Publication date: 04/12/2021

JMP provides four tests for equality of group variances. When the variances across groups are not equal, the usual assumptions for analysis of variance are not satisfied. For example, the ANOVA F test is not valid and an analysis that does not assume equal group variances should be used. The concept behind the first three tests of equal variances is to perform an analysis of variance on a new response variable constructed to measure the spread in each group. The fourth test is Bartlett’s test, which is similar to the likelihood ratio test under normal distributions. The Unequal Variances option is not available when a Block variable is specified in the launch window.

Note: Another method to test for unequal variances is ANOMV. See Analysis of Means Methods.

The following Tests for Equal Variances are available:

O’Brien

Constructs a dependent variable so that the group means of the new variable equal the group sample variances of the original response. An ANOVA on the O’Brien variable is actually an ANOVA on the group sample variances (O’Brien 1979; Olejnik and Algina 1987).

Brown-Forsythe

Shows the F test from an ANOVA where the response is the absolute value of the difference of each observation and the group median (Brown and Forsythe 1974).

Levene

Shows the F test from an ANOVA where the response is the absolute value of the difference of each observation and the group mean (Levene 1960). The spread is measured as (as opposed to the SAS default ).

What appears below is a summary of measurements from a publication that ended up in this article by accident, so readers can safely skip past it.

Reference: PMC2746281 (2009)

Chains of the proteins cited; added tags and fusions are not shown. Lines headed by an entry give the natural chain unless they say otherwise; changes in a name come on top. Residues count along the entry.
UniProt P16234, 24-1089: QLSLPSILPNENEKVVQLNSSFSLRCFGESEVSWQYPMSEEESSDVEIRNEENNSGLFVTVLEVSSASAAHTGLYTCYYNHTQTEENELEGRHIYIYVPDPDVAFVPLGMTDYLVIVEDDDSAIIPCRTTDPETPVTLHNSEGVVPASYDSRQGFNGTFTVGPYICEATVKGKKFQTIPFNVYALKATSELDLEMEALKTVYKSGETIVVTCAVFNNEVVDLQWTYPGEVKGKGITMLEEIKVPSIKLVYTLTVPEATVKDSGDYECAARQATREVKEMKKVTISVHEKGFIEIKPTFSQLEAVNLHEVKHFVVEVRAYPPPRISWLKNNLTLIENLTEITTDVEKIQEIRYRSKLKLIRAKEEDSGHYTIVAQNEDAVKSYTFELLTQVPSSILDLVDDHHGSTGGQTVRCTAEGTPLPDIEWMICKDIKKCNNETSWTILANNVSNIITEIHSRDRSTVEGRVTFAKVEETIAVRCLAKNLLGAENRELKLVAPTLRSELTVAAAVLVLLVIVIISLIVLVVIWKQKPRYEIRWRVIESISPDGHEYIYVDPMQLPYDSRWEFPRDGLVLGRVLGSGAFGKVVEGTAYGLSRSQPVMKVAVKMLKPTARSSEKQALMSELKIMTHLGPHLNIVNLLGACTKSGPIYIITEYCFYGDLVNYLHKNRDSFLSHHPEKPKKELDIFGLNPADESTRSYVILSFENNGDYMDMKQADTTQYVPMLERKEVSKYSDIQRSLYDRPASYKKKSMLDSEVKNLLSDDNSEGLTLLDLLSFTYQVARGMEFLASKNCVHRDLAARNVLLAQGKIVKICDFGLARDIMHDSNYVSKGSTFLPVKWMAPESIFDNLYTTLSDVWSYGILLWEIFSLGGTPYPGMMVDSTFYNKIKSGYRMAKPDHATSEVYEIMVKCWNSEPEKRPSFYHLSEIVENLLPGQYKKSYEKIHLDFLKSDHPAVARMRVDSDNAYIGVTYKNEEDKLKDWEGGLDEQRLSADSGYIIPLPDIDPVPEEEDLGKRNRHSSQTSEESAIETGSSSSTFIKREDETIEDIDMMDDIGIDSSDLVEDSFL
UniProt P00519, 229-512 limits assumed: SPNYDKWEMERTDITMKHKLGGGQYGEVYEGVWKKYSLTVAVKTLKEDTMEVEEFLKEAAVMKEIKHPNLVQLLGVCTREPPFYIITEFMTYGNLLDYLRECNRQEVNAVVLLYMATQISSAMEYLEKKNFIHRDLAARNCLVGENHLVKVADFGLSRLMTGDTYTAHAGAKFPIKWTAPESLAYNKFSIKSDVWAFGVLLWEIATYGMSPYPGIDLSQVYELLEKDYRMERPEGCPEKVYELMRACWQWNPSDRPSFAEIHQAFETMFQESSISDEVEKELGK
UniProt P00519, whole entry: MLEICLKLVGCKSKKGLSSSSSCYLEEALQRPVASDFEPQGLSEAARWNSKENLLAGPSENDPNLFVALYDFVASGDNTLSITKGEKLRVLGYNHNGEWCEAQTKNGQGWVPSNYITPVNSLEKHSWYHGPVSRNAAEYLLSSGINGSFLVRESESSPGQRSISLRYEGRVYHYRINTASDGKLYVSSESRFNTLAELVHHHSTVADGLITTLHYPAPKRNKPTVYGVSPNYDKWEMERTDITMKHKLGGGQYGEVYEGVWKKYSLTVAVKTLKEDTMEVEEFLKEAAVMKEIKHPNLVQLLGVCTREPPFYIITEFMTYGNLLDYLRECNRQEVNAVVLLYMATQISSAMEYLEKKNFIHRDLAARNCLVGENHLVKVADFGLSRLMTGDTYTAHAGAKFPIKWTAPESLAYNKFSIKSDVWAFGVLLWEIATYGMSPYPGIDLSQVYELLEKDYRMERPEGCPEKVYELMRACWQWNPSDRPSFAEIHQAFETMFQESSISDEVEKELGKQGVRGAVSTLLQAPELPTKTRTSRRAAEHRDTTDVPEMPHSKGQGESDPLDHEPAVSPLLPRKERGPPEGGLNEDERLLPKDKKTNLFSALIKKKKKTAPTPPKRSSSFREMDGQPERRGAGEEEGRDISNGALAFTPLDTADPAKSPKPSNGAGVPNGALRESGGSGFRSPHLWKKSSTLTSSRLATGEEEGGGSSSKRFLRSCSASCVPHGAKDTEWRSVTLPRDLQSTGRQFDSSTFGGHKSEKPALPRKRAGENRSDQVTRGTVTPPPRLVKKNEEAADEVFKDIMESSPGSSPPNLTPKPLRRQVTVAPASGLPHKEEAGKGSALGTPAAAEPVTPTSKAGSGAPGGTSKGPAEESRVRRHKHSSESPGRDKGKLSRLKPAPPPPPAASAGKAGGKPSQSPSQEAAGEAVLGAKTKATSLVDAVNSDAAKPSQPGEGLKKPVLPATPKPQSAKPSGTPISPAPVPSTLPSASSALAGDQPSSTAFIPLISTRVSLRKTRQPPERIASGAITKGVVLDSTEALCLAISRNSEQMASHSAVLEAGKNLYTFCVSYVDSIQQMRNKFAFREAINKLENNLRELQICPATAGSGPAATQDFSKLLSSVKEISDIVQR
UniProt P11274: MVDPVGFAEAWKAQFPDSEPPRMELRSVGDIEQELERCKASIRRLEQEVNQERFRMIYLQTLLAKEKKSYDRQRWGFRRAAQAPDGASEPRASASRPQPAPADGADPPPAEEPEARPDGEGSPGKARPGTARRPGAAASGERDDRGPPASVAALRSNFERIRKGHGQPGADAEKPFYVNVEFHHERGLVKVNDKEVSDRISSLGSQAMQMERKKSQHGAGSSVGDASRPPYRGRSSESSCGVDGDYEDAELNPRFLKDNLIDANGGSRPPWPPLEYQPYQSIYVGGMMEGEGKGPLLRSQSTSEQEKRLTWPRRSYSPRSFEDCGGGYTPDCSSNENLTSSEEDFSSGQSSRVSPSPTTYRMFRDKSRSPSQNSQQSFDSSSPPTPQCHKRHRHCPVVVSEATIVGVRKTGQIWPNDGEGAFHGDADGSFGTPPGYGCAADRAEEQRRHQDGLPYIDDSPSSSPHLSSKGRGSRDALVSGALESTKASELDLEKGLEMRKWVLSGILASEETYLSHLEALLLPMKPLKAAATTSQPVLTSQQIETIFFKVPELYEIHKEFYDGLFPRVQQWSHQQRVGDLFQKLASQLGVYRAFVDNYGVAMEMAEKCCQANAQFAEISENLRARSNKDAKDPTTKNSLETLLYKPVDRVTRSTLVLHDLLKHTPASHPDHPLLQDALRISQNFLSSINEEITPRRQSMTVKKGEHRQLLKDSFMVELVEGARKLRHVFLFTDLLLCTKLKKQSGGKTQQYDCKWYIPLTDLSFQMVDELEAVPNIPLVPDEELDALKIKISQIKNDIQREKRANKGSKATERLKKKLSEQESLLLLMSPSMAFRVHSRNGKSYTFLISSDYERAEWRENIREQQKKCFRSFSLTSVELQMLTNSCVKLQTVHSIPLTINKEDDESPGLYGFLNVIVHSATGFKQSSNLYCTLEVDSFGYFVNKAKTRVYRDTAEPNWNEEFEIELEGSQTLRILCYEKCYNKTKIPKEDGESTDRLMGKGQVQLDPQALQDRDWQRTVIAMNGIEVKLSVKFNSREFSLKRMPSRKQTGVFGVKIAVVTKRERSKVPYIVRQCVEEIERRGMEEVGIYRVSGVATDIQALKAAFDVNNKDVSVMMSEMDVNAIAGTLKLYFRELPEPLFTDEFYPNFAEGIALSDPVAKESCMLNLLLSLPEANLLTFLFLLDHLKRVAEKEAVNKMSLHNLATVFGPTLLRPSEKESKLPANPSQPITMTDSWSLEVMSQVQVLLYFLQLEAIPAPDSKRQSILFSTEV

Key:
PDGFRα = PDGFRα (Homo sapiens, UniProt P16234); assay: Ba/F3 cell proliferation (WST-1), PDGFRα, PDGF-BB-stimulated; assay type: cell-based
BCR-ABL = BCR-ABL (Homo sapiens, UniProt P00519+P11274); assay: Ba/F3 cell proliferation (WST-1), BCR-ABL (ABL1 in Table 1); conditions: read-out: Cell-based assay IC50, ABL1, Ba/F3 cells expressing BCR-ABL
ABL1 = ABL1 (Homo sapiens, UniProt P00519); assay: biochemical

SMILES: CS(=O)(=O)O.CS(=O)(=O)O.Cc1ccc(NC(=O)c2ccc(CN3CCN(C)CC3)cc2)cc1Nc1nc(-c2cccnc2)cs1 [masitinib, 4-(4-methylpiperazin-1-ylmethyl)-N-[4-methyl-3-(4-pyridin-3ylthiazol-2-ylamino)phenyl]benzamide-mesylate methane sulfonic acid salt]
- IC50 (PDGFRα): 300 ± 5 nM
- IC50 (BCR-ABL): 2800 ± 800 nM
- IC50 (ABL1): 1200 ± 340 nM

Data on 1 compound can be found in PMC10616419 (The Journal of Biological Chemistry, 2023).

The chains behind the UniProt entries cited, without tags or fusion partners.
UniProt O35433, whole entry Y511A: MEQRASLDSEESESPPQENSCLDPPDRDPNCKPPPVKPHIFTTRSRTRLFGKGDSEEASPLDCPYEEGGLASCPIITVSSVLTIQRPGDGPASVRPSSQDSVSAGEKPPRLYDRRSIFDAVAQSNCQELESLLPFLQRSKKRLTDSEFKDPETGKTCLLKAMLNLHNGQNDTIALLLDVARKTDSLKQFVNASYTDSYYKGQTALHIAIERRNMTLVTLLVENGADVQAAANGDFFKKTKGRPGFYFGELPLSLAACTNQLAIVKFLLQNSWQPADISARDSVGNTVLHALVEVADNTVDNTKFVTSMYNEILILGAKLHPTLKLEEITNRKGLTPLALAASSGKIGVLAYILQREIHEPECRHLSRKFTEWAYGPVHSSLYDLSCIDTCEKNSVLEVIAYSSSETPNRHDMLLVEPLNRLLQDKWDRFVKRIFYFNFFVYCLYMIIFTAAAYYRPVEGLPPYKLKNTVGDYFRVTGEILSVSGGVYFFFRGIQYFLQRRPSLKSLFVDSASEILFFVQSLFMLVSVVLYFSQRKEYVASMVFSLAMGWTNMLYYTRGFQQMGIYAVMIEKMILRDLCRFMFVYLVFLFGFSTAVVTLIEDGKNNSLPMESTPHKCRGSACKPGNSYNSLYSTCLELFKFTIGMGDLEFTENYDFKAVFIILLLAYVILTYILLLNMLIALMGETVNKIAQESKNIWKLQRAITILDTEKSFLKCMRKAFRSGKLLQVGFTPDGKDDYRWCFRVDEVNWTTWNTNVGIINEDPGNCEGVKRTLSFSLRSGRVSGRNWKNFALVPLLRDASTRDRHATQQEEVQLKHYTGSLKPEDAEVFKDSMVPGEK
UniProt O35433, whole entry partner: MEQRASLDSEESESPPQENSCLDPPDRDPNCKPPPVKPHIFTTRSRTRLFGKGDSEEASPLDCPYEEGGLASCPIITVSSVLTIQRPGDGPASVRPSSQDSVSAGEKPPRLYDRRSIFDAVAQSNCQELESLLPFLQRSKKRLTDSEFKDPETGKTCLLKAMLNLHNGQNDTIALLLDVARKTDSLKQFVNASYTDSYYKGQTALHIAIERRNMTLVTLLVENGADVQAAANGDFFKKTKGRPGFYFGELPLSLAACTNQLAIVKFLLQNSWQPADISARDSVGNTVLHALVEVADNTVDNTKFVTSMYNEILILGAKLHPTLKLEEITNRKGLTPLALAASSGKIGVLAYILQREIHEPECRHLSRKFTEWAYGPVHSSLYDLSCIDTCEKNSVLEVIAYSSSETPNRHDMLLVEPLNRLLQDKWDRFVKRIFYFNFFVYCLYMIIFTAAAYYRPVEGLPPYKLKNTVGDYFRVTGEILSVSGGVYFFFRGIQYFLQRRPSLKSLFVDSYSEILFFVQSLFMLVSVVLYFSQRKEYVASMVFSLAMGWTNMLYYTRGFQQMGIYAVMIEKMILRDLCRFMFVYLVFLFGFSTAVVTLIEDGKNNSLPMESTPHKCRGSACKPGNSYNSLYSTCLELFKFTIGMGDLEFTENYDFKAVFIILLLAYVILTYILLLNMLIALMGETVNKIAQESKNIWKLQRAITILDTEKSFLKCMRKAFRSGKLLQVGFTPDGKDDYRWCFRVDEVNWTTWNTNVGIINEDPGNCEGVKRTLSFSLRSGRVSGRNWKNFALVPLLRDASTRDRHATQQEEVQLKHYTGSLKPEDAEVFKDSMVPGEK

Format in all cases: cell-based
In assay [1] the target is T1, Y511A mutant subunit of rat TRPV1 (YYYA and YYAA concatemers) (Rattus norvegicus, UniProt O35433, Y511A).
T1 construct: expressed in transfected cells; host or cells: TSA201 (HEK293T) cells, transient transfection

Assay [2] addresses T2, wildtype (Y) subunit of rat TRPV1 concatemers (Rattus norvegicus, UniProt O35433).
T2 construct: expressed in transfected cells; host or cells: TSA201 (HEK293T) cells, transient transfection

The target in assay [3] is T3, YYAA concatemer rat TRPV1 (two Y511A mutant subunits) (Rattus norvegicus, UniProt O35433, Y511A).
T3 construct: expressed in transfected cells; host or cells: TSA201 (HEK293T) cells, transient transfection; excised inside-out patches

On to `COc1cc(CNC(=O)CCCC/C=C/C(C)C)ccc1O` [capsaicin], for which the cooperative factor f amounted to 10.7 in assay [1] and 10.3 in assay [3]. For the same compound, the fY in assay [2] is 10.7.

Bartlett

Compares the weighted arithmetic average of the sample variances to the weighted geometric average of the sample variances. The geometric average is always less than or equal to the arithmetic average with equality holding only when all sample variances are equal. The more variation there is among the group variances, the more these two averages differ. A function of these two averages is created, which approximates a χ2-distribution (or, in fact, an F distribution under a certain formulation). Large values correspond to large values of the arithmetic or geometric ratio, and therefore to widely varying group variances. Dividing the Bartlett Chi-square test statistic by the degrees of freedom gives the F value shown in the table. Bartlett’s test is not very robust to violations of the normality assumption (Bartlett and Kendall 1946).

F Test 2-sided

(Available only if there are two levels of the X variable.) If there are only two groups tested, then a standard F test for unequal variances is also performed. The F test is the ratio of the larger to the smaller variance estimate. The p-value from the F distribution is doubled to make it a two-sided test.

Note: If you have specified a Block column, then the variance tests are performed on data after it has been adjusted for the Block means.

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